The EPA tests devices for repairability ratings

By Chen Chia-yi and Jonathan Chin / Staff Reporter, with staff writer

The Environmental Protection Administration (EPA) plans to encourage the listing of repairability ratings for electronic products, starting with smartphones and laptops, to strengthen consumers’ right to repair, it said Thursday.

Technology companies are pursuing planned obsolescence as a business strategy that encourages consumers to buy new products to replace equipment that could be repaired, resulting in waste, said Wang Yueh-bin (王嶽斌), executive director of the EPA Recycling Fund Management Board .

The “right-to-repair” movement — gaining momentum in the EU — has led to changes in labeling regulations that would require manufacturers to indicate the repairability rating of their electronic products, Wang said.

Photo: Chen Chia-yi, Taipei Times

France introduced a mandate in 2021 obliging electronics manufacturers or importers to declare the repairability of their products, he said, adding that such rules would help consumers make sustainable choices.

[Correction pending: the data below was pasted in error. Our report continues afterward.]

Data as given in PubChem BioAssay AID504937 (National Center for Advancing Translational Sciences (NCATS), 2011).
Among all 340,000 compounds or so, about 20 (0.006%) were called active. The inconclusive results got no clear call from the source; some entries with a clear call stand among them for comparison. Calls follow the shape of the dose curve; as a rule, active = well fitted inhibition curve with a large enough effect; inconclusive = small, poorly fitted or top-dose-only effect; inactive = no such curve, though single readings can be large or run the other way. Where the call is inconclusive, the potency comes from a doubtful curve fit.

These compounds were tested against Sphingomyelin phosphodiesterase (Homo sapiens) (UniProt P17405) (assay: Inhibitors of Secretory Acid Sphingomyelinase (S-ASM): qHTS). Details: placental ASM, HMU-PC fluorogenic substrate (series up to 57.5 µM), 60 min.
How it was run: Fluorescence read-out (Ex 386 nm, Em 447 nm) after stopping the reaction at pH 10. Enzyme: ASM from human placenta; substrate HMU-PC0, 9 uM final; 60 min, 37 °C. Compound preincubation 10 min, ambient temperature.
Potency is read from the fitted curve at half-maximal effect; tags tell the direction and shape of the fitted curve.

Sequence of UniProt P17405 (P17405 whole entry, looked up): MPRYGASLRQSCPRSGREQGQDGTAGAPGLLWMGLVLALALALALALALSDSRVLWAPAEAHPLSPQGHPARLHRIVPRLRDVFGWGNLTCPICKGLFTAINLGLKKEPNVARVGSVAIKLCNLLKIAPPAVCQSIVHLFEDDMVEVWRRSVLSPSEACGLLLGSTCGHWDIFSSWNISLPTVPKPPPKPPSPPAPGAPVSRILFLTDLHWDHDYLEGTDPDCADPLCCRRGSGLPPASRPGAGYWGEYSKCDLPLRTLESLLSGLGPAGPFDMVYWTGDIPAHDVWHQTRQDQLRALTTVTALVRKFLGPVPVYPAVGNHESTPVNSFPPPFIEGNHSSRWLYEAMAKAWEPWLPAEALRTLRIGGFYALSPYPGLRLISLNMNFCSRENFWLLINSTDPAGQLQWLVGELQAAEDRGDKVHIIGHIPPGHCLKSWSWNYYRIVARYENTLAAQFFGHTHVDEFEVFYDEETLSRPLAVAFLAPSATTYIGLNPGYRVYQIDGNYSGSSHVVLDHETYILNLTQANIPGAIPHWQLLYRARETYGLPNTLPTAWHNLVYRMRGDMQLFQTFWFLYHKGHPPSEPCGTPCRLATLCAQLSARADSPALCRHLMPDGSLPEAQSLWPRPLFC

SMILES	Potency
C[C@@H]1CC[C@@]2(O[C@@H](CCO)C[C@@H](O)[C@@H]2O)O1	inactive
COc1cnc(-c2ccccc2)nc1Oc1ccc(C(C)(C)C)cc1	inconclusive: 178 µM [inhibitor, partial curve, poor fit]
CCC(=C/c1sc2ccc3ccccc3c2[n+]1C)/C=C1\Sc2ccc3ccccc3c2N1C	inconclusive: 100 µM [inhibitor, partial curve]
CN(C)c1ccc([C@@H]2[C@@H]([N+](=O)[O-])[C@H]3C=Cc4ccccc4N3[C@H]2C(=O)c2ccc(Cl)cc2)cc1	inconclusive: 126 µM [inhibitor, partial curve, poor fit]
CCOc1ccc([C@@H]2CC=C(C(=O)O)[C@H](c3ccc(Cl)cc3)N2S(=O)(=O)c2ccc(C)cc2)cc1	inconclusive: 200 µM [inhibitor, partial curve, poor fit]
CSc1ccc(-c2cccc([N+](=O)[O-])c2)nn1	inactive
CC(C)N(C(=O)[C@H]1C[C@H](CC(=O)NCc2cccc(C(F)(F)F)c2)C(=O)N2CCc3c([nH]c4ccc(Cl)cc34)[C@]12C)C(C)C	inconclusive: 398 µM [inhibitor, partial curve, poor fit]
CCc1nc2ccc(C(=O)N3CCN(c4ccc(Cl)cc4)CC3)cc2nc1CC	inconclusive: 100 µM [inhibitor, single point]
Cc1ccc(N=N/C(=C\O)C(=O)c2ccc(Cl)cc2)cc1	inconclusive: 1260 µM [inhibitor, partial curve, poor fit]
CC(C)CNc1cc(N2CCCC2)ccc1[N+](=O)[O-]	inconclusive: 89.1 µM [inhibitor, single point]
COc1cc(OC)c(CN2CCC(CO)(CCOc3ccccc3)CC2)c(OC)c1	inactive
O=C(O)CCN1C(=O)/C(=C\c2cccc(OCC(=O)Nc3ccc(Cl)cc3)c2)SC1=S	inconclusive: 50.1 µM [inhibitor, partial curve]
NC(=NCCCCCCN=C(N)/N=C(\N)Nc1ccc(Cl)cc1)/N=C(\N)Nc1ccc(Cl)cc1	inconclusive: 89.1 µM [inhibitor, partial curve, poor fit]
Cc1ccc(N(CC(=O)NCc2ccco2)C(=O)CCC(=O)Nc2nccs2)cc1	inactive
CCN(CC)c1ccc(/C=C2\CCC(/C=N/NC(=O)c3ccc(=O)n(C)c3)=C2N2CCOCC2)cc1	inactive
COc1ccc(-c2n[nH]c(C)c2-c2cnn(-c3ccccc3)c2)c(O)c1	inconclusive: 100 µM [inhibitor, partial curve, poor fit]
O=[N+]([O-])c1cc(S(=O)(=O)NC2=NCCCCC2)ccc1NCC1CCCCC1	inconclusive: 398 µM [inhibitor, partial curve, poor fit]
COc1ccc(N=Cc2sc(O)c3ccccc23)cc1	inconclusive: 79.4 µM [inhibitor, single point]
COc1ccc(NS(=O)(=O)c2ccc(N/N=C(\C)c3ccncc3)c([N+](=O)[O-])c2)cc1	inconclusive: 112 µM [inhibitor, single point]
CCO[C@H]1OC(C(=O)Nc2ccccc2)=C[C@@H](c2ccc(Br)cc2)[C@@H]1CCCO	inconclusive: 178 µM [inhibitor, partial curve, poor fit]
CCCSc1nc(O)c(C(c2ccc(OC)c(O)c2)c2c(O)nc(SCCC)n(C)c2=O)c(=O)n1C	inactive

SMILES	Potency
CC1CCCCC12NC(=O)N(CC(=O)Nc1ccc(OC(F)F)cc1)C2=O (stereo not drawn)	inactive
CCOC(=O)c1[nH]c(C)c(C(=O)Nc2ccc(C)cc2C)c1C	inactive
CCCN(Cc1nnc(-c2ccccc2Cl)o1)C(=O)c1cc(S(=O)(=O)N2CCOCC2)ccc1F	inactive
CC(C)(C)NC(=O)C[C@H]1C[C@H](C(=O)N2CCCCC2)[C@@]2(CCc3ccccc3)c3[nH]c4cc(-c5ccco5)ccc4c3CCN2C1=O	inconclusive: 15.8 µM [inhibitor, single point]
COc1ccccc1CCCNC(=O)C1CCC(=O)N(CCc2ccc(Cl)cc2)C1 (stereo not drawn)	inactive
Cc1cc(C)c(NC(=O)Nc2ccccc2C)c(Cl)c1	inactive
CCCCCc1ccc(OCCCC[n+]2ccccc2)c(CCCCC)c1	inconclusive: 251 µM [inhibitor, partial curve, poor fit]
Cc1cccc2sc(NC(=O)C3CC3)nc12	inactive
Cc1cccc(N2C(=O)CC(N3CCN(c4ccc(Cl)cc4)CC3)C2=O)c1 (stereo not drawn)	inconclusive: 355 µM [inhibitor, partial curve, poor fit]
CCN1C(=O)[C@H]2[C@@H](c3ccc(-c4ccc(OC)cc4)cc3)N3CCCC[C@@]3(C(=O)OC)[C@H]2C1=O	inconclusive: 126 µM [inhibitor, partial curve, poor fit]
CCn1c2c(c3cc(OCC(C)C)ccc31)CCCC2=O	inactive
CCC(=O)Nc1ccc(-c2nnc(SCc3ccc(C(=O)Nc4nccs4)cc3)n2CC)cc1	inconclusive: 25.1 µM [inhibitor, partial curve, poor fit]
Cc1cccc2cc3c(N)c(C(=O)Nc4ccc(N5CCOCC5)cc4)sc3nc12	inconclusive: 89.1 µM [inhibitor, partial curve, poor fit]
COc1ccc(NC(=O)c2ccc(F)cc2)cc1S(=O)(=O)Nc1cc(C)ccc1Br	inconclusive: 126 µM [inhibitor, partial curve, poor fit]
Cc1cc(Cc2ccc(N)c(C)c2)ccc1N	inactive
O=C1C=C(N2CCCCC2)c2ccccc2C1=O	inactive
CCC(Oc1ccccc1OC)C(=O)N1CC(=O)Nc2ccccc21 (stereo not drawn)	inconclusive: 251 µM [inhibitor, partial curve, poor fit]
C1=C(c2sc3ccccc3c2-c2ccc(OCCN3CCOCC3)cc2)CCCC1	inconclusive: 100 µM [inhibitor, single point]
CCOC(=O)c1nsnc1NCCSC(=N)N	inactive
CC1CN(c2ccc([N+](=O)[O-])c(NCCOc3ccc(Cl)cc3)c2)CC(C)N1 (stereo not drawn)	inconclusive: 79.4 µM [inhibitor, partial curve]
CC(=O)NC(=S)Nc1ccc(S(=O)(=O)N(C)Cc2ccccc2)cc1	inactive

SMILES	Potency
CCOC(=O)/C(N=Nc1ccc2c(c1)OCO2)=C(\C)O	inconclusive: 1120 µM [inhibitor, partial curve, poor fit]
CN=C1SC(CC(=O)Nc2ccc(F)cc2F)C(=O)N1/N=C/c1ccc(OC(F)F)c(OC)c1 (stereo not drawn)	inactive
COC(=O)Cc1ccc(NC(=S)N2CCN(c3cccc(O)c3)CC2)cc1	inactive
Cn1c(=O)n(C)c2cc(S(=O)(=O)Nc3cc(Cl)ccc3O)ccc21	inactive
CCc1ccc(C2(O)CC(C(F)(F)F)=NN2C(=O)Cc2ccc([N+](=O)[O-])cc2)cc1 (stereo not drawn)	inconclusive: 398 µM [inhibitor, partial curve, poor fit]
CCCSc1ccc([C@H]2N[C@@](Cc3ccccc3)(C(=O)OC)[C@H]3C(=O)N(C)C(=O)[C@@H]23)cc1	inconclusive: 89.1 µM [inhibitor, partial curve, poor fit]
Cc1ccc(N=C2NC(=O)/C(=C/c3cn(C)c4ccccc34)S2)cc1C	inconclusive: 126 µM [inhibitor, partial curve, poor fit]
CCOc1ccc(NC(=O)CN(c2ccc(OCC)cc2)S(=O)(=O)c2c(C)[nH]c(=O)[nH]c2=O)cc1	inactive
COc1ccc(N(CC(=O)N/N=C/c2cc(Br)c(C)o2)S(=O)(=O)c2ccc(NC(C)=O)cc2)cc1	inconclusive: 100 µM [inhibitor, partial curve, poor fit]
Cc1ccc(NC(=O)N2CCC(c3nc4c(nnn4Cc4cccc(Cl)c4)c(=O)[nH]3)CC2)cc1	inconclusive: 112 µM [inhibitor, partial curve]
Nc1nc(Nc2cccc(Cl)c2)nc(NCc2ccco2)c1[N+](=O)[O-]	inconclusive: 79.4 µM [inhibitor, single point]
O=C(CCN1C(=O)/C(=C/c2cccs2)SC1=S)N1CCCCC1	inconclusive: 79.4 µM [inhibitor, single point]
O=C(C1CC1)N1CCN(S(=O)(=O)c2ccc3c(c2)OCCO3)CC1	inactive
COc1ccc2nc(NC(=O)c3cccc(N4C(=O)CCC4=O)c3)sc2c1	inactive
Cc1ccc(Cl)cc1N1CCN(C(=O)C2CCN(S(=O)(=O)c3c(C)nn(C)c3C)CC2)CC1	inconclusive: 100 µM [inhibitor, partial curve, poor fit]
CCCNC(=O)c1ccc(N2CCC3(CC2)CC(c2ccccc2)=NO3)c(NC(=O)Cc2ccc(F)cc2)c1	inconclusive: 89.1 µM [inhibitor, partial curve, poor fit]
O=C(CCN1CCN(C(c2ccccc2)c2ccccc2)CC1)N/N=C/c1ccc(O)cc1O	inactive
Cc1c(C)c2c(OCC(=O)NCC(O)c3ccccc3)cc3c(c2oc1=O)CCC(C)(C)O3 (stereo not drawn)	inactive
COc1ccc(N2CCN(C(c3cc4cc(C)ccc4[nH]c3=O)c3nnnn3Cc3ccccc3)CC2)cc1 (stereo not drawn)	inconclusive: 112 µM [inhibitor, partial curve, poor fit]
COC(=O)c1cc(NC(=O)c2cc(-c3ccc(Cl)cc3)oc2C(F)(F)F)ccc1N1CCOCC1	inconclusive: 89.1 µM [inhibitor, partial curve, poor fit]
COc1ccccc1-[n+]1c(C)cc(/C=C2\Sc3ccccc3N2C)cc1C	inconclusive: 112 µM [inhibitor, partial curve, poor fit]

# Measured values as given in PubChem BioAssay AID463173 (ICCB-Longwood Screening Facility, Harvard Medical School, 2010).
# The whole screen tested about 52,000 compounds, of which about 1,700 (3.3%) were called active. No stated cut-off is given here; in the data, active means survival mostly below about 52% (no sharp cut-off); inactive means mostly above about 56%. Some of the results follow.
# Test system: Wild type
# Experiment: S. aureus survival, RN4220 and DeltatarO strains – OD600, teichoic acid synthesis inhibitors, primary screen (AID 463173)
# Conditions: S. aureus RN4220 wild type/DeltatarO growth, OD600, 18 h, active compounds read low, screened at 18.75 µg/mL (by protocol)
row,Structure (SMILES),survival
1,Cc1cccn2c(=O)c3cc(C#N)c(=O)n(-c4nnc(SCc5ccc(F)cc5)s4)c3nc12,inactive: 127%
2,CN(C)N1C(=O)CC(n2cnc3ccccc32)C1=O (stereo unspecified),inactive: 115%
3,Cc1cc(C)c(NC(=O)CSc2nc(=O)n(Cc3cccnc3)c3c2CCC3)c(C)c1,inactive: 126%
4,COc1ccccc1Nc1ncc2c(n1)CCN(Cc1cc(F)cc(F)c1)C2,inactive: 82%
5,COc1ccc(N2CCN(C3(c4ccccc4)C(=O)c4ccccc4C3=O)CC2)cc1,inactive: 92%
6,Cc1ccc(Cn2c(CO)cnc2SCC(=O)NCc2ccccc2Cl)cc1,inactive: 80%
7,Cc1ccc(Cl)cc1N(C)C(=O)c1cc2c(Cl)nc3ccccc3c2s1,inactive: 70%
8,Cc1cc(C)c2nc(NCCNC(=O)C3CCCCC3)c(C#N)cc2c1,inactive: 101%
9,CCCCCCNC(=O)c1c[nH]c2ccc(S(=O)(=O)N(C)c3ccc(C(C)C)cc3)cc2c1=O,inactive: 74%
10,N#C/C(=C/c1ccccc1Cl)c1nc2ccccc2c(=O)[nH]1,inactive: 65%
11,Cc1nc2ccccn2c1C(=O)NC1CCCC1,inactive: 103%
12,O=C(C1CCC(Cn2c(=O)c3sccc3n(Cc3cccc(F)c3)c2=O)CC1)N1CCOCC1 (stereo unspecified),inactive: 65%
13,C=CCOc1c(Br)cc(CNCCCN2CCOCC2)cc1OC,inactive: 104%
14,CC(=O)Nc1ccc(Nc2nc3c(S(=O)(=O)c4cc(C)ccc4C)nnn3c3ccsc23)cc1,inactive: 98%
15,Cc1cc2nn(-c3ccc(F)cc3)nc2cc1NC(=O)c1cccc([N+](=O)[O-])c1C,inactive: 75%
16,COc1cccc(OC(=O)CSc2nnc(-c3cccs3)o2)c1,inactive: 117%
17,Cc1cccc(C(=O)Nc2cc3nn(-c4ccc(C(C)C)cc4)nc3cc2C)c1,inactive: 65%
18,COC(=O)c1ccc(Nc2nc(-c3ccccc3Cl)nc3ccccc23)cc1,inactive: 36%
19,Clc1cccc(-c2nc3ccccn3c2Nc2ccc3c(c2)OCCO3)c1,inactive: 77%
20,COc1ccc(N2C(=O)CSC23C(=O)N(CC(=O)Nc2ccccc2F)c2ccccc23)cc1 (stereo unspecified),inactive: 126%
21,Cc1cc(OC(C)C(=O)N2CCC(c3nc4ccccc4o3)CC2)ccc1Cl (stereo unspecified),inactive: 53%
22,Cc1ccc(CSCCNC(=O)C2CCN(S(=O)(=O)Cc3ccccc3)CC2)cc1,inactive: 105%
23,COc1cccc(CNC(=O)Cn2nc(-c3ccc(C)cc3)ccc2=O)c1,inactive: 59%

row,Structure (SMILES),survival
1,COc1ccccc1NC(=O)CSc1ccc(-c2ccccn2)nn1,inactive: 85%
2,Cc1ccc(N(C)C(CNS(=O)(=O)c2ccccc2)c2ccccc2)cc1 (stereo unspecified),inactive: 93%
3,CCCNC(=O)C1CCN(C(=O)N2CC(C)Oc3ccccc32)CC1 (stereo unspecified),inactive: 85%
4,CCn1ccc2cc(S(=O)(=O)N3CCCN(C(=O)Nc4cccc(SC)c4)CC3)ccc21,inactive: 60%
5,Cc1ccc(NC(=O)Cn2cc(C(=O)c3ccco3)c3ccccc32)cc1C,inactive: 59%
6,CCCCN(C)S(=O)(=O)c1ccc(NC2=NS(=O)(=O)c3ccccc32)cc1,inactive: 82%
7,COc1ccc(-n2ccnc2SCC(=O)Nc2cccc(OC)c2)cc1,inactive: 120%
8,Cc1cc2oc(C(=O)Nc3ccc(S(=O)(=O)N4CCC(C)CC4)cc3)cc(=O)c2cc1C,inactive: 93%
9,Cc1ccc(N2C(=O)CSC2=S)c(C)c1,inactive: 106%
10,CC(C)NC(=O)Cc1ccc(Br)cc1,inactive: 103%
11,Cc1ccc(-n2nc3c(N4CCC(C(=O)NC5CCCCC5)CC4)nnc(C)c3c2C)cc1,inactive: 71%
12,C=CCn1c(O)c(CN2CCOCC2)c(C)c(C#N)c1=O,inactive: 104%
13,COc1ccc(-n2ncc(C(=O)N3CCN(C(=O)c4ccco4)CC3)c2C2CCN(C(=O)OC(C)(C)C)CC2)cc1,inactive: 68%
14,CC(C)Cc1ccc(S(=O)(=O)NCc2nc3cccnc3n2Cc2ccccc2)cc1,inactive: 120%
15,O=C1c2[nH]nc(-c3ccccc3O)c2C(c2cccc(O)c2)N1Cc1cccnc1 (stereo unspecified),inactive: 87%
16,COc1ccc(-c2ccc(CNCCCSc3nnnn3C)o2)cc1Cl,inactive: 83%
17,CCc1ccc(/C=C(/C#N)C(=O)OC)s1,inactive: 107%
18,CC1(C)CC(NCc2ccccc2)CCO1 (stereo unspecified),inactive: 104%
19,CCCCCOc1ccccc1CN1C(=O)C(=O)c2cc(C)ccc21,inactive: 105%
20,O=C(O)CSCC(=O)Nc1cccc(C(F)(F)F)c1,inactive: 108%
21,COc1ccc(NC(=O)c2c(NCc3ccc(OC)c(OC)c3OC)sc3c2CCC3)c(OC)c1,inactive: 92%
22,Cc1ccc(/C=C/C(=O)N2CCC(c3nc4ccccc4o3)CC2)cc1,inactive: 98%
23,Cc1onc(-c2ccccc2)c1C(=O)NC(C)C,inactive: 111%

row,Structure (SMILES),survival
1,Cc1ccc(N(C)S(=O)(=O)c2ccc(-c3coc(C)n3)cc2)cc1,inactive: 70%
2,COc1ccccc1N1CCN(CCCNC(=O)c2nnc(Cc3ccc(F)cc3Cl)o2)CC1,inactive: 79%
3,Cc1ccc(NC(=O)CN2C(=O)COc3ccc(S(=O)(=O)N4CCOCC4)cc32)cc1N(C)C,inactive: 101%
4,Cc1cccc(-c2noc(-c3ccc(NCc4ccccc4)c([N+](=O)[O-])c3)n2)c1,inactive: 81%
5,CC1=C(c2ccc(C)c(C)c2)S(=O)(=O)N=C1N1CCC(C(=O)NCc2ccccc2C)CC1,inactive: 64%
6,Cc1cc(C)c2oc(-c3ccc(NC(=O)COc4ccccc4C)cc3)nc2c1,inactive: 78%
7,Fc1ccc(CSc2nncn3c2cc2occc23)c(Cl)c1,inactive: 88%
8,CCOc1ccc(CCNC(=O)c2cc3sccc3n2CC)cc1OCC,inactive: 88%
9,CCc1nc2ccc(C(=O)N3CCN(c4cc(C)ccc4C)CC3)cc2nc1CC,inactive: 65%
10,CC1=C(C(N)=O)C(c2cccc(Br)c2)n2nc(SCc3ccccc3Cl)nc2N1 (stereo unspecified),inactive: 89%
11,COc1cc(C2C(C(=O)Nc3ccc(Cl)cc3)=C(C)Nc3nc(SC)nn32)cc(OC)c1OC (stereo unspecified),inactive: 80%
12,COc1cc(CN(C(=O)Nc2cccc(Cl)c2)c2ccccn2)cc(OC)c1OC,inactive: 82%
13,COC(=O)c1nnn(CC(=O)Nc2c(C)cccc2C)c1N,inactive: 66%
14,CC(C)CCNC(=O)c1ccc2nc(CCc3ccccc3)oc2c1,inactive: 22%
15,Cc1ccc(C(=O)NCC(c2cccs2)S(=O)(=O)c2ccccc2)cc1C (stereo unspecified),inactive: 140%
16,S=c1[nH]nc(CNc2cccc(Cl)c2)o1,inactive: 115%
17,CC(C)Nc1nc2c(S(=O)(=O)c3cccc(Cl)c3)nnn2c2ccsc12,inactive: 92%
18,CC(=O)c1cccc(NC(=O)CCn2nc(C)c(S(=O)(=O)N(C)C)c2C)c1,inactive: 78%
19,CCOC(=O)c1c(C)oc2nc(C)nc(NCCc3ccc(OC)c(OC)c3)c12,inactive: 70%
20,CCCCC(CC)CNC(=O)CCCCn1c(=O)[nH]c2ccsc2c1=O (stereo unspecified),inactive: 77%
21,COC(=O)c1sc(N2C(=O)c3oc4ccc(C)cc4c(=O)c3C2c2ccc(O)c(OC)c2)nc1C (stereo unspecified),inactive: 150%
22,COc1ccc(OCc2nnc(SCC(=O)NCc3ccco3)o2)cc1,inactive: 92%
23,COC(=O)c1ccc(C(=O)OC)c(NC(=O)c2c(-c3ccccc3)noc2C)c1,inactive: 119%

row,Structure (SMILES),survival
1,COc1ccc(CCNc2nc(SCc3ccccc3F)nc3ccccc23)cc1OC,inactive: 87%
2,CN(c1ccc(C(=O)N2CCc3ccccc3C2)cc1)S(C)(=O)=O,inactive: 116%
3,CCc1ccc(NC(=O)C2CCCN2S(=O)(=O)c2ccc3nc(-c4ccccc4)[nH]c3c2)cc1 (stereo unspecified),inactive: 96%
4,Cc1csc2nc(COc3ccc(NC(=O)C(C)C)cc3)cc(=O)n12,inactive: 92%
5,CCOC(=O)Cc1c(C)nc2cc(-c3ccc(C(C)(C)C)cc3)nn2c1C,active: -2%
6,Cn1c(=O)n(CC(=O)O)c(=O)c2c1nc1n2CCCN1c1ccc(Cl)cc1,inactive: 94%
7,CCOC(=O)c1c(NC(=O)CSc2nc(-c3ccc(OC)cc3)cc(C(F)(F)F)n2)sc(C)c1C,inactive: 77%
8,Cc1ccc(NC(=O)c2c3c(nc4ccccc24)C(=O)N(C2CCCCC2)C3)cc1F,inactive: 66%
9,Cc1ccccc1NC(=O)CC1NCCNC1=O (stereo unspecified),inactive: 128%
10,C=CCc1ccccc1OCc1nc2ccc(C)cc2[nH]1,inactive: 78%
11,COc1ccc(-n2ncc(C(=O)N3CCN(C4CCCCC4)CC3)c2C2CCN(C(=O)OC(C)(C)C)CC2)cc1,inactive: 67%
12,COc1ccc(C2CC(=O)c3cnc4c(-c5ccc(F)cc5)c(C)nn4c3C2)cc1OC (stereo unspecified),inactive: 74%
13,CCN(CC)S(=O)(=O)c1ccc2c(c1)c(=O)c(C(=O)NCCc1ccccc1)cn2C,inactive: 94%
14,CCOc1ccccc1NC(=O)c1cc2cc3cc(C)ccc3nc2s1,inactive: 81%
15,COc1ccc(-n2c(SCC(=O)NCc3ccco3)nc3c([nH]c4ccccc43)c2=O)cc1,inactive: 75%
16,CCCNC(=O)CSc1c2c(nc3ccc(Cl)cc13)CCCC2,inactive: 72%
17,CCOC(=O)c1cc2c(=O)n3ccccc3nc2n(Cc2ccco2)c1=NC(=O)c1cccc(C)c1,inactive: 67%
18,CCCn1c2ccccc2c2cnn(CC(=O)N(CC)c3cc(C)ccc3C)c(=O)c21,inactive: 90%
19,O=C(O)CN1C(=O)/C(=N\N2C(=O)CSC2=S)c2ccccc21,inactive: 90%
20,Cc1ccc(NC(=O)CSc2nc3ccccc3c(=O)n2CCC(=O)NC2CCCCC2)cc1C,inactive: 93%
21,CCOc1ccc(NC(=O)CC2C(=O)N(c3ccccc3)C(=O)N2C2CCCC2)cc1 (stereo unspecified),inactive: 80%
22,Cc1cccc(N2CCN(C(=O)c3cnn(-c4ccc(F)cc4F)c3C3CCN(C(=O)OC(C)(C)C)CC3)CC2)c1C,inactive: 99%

The EPA believes Taiwan should adopt similar rules and measures to help manufacturers get into the new regulatory environment early, he said.

The repairability rating should be based on the ease of disassembly, the availability and price of replacement parts, and the availability of product life information and repair instructions, Wang said.

Manufacturers, importers and retailers are encouraged to clearly label the repairability value of devices so consumers can make informed purchasing decisions, he added.

A conference involving 30 smartphone and laptop makers was scheduled to be held yesterday, at which instructions for manufacturers would be announced, Wang said.

The EPA would not mandate the listing of repairability ratings for electronic equipment immediately, but it’s likely that regulations will eventually be introduced, he said.

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